100 years ago today, July 14, 1918 – Quentin Roosevelt is shot down over France, giving name to Roosevelt Avenue in Camp Taylor

100 years ago today, the youngest son of former president Theodore Roosevelt, was shot down over France. Quentin, a fighter pilot in the 95th Aero Squadron, knew Eddie Rickenbacker who had high praise for the young pilot, but also thought he was reckless.

Lt. Quentin Roosevelt

Quentin had his first confirmed kill four days earlier on July 10th. On July 14th, while on patrol with three other pilots, they were participating in the Second Battle of the Marne, when the four allied planes were overtaken by seven German planes. Quentin was shot twice in the head, and crashed behind the German lines.

The wreckage of Quentin Roosevelt’s plane

The Germans buried him near the crash site, and maked his grave with a simple wooden cross, banded together with wire from the plane.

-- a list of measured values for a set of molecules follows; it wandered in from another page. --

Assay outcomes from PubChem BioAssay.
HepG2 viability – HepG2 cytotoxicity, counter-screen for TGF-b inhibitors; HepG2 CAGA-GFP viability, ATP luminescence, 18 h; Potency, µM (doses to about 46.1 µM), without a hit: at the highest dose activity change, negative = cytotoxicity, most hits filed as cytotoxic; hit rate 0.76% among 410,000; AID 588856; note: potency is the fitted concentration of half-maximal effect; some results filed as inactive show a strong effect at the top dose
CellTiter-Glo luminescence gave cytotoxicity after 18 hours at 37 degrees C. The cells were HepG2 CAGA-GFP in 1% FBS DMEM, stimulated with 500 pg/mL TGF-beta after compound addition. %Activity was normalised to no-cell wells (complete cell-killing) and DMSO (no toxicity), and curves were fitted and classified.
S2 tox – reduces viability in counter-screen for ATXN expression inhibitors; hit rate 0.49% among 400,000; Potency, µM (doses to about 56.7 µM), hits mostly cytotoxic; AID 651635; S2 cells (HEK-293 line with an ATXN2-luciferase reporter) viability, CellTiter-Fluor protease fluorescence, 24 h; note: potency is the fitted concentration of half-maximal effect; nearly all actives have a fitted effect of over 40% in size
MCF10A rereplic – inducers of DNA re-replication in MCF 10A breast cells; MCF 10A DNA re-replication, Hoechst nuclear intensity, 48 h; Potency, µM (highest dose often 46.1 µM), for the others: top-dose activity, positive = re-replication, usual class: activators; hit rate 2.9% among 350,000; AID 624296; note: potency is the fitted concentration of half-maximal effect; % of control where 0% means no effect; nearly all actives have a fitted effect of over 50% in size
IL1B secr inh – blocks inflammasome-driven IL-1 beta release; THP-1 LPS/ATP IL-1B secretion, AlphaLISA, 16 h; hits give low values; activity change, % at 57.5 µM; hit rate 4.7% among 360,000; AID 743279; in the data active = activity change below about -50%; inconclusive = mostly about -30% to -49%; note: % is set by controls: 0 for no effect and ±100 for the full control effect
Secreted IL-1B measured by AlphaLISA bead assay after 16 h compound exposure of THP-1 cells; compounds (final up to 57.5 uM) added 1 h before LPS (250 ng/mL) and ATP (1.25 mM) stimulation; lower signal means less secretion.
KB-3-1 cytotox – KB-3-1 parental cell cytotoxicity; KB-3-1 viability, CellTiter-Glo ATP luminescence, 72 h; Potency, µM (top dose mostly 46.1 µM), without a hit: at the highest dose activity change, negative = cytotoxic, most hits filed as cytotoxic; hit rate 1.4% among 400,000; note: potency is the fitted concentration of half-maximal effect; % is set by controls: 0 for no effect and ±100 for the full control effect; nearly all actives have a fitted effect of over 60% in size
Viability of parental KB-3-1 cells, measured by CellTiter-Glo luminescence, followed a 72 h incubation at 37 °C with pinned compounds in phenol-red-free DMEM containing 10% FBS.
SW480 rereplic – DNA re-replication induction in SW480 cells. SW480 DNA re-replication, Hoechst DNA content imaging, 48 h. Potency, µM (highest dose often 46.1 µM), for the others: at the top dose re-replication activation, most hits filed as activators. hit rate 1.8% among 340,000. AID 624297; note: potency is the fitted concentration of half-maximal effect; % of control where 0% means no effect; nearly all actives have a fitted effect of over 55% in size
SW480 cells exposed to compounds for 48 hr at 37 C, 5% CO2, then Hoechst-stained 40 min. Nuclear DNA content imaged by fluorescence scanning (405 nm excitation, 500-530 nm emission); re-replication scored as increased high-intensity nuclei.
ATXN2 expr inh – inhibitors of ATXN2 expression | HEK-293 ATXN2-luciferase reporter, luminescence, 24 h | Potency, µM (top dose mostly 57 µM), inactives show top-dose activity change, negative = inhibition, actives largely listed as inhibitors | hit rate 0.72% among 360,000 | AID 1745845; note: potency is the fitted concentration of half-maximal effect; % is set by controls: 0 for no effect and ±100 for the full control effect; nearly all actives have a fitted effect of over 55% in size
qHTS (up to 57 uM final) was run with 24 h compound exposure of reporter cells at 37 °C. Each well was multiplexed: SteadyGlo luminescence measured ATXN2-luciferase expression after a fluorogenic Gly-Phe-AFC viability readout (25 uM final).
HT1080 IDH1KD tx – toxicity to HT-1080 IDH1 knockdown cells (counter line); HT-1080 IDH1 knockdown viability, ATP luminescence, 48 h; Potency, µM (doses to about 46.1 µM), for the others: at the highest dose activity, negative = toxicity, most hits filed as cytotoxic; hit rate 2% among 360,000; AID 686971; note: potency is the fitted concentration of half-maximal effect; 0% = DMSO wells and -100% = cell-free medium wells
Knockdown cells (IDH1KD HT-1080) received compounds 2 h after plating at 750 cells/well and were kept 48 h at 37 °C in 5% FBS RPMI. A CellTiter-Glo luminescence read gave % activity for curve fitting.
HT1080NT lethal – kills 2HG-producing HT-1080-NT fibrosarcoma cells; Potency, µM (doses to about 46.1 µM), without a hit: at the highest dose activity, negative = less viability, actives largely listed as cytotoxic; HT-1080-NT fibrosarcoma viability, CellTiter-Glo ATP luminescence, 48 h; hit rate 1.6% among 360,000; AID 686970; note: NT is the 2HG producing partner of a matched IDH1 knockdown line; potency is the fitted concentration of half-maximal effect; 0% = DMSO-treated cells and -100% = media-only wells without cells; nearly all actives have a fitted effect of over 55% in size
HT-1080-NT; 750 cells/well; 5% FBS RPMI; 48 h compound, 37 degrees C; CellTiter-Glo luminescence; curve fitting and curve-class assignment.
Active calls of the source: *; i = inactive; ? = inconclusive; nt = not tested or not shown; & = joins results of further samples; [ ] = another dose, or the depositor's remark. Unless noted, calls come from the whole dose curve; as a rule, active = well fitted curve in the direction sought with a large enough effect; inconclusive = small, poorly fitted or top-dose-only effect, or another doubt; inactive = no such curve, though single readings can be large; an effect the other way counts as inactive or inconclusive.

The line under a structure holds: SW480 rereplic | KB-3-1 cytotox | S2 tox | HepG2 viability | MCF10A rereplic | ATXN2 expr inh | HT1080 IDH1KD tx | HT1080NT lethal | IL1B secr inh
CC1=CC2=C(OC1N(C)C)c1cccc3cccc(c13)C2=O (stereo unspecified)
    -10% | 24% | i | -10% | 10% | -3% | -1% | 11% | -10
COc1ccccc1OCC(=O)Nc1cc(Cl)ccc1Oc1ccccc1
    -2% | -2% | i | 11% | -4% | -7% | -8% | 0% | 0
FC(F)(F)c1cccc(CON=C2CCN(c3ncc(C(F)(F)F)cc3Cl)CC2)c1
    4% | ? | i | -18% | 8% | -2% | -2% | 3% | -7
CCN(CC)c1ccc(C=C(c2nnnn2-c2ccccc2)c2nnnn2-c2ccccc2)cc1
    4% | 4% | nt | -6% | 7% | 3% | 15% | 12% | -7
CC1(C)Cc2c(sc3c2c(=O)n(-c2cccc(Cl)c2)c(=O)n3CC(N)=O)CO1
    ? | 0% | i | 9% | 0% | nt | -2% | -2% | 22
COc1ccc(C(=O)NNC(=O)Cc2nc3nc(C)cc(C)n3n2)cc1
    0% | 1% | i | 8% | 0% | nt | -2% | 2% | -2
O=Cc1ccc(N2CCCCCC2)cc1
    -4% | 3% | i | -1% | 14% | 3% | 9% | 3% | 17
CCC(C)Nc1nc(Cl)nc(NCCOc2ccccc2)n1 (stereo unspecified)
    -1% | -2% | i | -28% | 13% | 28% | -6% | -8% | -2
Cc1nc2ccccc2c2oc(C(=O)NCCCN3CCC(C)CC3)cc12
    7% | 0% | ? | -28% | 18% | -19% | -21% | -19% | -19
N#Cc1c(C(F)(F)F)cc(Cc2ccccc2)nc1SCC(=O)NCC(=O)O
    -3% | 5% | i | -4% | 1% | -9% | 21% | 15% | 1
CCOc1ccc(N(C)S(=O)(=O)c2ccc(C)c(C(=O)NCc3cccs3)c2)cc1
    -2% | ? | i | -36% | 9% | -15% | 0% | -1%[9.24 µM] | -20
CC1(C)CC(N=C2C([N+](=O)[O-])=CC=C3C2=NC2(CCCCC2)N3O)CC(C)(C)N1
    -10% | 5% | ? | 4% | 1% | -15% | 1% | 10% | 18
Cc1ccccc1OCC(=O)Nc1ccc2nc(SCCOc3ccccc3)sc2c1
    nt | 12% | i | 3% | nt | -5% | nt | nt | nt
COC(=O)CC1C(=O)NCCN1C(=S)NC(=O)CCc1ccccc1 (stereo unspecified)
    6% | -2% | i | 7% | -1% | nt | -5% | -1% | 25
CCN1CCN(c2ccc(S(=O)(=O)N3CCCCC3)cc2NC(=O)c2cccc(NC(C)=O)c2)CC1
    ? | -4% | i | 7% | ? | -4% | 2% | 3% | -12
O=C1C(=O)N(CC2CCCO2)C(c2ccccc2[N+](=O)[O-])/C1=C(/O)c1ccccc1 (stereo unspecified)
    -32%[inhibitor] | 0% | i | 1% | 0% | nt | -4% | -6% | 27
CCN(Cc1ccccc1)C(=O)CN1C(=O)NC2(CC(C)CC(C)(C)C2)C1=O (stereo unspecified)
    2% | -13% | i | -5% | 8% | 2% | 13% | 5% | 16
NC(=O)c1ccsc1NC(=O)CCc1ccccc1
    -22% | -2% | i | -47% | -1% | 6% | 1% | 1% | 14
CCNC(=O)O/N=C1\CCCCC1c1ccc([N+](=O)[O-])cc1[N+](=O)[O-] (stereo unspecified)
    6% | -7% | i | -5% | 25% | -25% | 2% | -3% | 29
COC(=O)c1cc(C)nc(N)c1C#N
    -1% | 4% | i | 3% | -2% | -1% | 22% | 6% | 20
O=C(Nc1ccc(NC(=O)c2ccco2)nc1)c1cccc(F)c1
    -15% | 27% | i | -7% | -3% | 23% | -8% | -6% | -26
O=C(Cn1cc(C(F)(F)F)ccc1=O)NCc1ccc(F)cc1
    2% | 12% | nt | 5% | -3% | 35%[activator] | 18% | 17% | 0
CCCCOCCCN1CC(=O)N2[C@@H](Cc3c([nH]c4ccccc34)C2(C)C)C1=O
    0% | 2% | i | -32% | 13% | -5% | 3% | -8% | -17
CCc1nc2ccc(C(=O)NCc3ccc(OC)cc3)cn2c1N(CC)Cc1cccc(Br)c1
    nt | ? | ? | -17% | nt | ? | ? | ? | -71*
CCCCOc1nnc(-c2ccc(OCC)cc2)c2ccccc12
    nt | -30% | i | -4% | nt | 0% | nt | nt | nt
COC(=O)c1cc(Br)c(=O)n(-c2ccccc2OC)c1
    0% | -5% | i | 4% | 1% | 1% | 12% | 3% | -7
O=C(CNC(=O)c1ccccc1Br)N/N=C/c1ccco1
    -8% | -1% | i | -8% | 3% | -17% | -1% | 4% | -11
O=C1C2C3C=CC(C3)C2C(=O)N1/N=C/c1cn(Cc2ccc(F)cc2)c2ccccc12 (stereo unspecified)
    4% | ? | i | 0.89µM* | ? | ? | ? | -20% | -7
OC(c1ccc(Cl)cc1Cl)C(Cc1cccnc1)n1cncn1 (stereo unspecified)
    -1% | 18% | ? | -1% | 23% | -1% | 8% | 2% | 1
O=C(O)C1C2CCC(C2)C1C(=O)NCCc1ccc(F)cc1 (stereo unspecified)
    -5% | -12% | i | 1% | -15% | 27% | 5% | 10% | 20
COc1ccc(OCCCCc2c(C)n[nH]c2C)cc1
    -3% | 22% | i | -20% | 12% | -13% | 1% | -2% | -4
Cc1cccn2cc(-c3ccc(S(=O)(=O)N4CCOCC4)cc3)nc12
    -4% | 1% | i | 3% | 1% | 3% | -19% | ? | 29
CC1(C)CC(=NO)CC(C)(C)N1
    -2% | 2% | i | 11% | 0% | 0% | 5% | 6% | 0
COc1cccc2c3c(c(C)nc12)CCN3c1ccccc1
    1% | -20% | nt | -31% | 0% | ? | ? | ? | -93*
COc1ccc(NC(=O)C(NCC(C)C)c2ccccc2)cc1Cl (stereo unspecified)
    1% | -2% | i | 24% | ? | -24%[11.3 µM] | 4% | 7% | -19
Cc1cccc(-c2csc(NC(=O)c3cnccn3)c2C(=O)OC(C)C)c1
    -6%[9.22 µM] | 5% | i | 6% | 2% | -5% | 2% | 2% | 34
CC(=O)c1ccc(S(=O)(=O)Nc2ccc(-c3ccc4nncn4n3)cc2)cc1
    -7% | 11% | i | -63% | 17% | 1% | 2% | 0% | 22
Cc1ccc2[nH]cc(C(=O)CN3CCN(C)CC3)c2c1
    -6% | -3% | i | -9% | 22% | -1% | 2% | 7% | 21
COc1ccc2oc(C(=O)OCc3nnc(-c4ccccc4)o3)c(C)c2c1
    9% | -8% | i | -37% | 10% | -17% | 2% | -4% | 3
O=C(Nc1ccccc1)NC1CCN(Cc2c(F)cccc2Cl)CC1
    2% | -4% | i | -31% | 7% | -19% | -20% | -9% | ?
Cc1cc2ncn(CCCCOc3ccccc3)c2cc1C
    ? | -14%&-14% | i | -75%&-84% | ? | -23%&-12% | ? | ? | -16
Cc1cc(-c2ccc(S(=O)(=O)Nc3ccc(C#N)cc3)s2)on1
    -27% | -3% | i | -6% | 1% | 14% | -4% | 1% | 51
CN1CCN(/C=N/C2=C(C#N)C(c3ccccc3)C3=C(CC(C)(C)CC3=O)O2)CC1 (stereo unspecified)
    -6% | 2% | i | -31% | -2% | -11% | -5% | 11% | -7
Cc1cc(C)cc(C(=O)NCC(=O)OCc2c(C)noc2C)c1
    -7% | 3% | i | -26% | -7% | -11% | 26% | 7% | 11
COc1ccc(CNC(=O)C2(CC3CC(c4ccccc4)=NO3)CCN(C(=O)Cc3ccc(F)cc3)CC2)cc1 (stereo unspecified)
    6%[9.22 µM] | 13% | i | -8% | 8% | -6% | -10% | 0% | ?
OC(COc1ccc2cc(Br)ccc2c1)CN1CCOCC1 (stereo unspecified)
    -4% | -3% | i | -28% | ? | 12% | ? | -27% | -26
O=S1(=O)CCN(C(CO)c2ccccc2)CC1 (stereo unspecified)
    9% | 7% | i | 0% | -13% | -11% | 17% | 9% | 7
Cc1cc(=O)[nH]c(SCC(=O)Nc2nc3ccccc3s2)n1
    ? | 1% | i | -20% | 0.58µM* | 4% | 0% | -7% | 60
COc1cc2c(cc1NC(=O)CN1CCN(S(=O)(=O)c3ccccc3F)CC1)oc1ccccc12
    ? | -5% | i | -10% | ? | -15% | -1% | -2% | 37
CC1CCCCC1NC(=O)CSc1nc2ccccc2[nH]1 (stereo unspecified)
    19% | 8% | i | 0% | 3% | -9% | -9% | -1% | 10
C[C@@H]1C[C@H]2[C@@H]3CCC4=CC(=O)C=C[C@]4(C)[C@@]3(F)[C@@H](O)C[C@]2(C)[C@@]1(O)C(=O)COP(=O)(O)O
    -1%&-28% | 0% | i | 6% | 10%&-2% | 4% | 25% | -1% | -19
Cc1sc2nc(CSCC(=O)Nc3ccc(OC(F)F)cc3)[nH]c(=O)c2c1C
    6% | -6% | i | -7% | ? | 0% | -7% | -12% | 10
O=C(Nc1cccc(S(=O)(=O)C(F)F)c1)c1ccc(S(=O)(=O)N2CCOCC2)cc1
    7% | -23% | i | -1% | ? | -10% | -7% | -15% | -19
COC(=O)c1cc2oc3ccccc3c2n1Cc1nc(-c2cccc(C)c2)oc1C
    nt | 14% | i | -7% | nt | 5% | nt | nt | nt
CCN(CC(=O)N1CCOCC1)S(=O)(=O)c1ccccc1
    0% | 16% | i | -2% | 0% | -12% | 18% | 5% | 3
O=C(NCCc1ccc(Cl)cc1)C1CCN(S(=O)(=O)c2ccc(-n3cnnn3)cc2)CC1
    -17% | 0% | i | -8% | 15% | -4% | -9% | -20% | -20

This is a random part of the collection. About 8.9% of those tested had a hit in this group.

American soldiers at Roosevelt’s grave

Roosevelt Avenue in Camp Zachary Taylor was named after Quentin Roosevelt. The road was not named when the camp was built. It bordered the southern edge of Renfro Field, also known as Argonne Field.


Captured German airplane on display at Renfro Field at Camp Taylor c.1918

Renfro Field was used as a makeshift landing strip for when airplanes visited Camp Taylor. There never were any permanent aircraft stationed there, but it was only fitting to name this street after Quentin Roosevelt as it was the closest to a airstrip at Camp Taylor. Twenty years later, Standiford Field would be built just a short distance away from this location, and occupies all of what was the Maneuver Field.